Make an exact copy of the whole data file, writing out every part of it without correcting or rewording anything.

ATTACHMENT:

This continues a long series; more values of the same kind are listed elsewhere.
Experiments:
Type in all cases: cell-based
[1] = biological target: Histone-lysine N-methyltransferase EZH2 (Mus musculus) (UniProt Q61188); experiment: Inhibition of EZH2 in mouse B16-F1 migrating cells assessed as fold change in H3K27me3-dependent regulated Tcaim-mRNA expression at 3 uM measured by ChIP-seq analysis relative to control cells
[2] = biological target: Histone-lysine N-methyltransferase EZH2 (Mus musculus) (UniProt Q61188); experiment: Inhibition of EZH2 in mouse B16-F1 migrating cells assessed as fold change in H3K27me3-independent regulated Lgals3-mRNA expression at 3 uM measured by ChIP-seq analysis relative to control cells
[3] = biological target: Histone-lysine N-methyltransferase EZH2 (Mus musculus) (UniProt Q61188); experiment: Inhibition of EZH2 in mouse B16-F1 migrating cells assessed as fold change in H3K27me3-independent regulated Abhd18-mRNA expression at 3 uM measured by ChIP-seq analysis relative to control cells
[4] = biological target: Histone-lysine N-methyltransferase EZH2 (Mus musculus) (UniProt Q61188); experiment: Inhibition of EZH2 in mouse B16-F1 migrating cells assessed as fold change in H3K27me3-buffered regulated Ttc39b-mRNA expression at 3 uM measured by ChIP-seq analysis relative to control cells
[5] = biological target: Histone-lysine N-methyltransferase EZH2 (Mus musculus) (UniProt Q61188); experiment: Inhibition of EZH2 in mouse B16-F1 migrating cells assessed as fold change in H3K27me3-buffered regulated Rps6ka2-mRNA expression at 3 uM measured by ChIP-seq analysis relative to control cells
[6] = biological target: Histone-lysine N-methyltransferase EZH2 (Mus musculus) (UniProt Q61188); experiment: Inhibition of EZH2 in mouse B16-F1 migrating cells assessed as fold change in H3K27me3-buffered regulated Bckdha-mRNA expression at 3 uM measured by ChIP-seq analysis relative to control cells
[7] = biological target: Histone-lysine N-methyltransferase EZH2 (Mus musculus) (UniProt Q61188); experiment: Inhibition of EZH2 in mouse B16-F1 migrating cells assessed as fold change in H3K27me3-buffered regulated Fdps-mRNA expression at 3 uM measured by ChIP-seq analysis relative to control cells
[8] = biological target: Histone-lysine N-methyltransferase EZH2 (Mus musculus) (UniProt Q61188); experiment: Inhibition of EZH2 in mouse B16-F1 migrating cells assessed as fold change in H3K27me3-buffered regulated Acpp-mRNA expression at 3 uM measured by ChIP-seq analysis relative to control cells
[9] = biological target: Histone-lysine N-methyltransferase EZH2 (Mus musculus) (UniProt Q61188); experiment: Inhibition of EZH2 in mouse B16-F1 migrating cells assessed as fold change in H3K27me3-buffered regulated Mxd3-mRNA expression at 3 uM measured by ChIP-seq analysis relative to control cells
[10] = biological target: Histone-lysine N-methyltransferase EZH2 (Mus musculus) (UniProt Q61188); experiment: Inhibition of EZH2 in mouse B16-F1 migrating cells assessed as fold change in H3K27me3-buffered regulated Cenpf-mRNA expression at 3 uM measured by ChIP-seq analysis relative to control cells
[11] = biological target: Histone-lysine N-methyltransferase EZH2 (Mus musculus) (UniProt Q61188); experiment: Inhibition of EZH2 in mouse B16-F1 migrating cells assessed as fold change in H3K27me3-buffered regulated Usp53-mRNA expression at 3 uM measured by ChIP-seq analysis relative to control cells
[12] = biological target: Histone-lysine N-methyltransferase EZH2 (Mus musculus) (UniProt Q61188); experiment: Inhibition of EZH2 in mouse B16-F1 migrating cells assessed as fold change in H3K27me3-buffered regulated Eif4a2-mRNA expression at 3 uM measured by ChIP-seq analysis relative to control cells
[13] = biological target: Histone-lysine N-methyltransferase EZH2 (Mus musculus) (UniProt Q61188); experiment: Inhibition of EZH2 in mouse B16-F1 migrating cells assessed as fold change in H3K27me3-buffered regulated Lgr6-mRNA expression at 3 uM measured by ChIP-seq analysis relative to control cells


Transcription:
This continues a long series; more values of the same kind are listed elsewhere.
Experiments:
Type in all cases: cell-based
[1] = biological target: Histone-lysine N-methyltransferase EZH2 (Mus musculus) (UniProt Q61188); experiment: Inhibition of EZH2 in mouse B16-F1 migrating cells assessed as fold change in H3K27me3-dependent regulated Tcaim-mRNA expression at 3 uM measured by ChIP-seq analysis relative to control cells
[2] = biological target: Histone-lysine N-methyltransferase EZH2 (Mus musculus) (UniProt Q61188); experiment: Inhibition of EZH2 in mouse B16-F1 migrating cells assessed as fold change in H3K27me3-independent regulated Lgals3-mRNA expression at 3 uM measured by ChIP-seq analysis relative to control cells
[3] = biological target: Histone-lysine N-methyltransferase EZH2 (Mus musculus) (UniProt Q61188); experiment: Inhibition of EZH2 in mouse B16-F1 migrating cells assessed as fold change in H3K27me3-independent regulated Abhd18-mRNA expression at 3 uM measured by ChIP-seq analysis relative to control cells
[4] = biological target: Histone-lysine N-methyltransferase EZH2 (Mus musculus) (UniProt Q61188); experiment: Inhibition of EZH2 in mouse B16-F1 migrating cells assessed as fold change in H3K27me3-buffered regulated Ttc39b-mRNA expression at 3 uM measured by ChIP-seq analysis relative to control cells
[5] = biological target: Histone-lysine N-methyltransferase EZH2 (Mus musculus) (UniProt Q61188); experiment: Inhibition of EZH2 in mouse B16-F1 migrating cells assessed as fold change in H3K27me3-buffered regulated Rps6ka2-mRNA expression at 3 uM measured by ChIP-seq analysis relative to control cells
[6] = biological target: Histone-lysine N-methyltransferase EZH2 (Mus musculus) (UniProt Q61188); experiment: Inhibition of EZH2 in mouse B16-F1 migrating cells assessed as fold change in H3K27me3-buffered regulated Bckdha-mRNA expression at 3 uM measured by ChIP-seq analysis relative to control cells
[7] = biological target: Histone-lysine N-methyltransferase EZH2 (Mus musculus) (UniProt Q61188); experiment: Inhibition of EZH2 in mouse B16-F1 migrating cells assessed as fold change in H3K27me3-buffered regulated Fdps-mRNA expression at 3 uM measured by ChIP-seq analysis relative to control cells
[8] = biological target: Histone-lysine N-methyltransferase EZH2 (Mus musculus) (UniProt Q61188); experiment: Inhibition of EZH2 in mouse B16-F1 migrating cells assessed as fold change in H3K27me3-buffered regulated Acpp-mRNA expression at 3 uM measured by ChIP-seq analysis relative to control cells
[9] = biological target: Histone-lysine N-methyltransferase EZH2 (Mus musculus) (UniProt Q61188); experiment: Inhibition of EZH2 in mouse B16-F1 migrating cells assessed as fold change in H3K27me3-buffered regulated Mxd3-mRNA expression at 3 uM measured by ChIP-seq analysis relative to control cells
[10] = biological target: Histone-lysine N-methyltransferase EZH2 (Mus musculus) (UniProt Q61188); experiment: Inhibition of EZH2 in mouse B16-F1 migrating cells assessed as fold change in H3K27me3-buffered regulated Cenpf-mRNA expression at 3 uM measured by ChIP-seq analysis relative to control cells
[11] = biological target: Histone-lysine N-methyltransferase EZH2 (Mus musculus) (UniProt Q61188); experiment: Inhibition of EZH2 in mouse B16-F1 migrating cells assessed as fold change in H3K27me3-buffered regulated Usp53-mRNA expression at 3 uM measured by ChIP-seq analysis relative to control cells
[12] = biological target: Histone-lysine N-methyltransferase EZH2 (Mus musculus) (UniProt Q61188); experiment: Inhibition of EZH2 in mouse B16-F1 migrating cells assessed as fold change in H3K27me3-buffered regulated Eif4a2-mRNA expression at 3 uM measured by ChIP-seq analysis relative to control cells
[13] = biological target: Histone-lysine N-methyltransferase EZH2 (Mus musculus) (UniProt Q61188); experiment: Inhibition of EZH2 in mouse B16-F1 migrating cells assessed as fold change in H3K27me3-buffered regulated Lgr6-mRNA expression at 3 uM measured by ChIP-seq analysis relative to control cells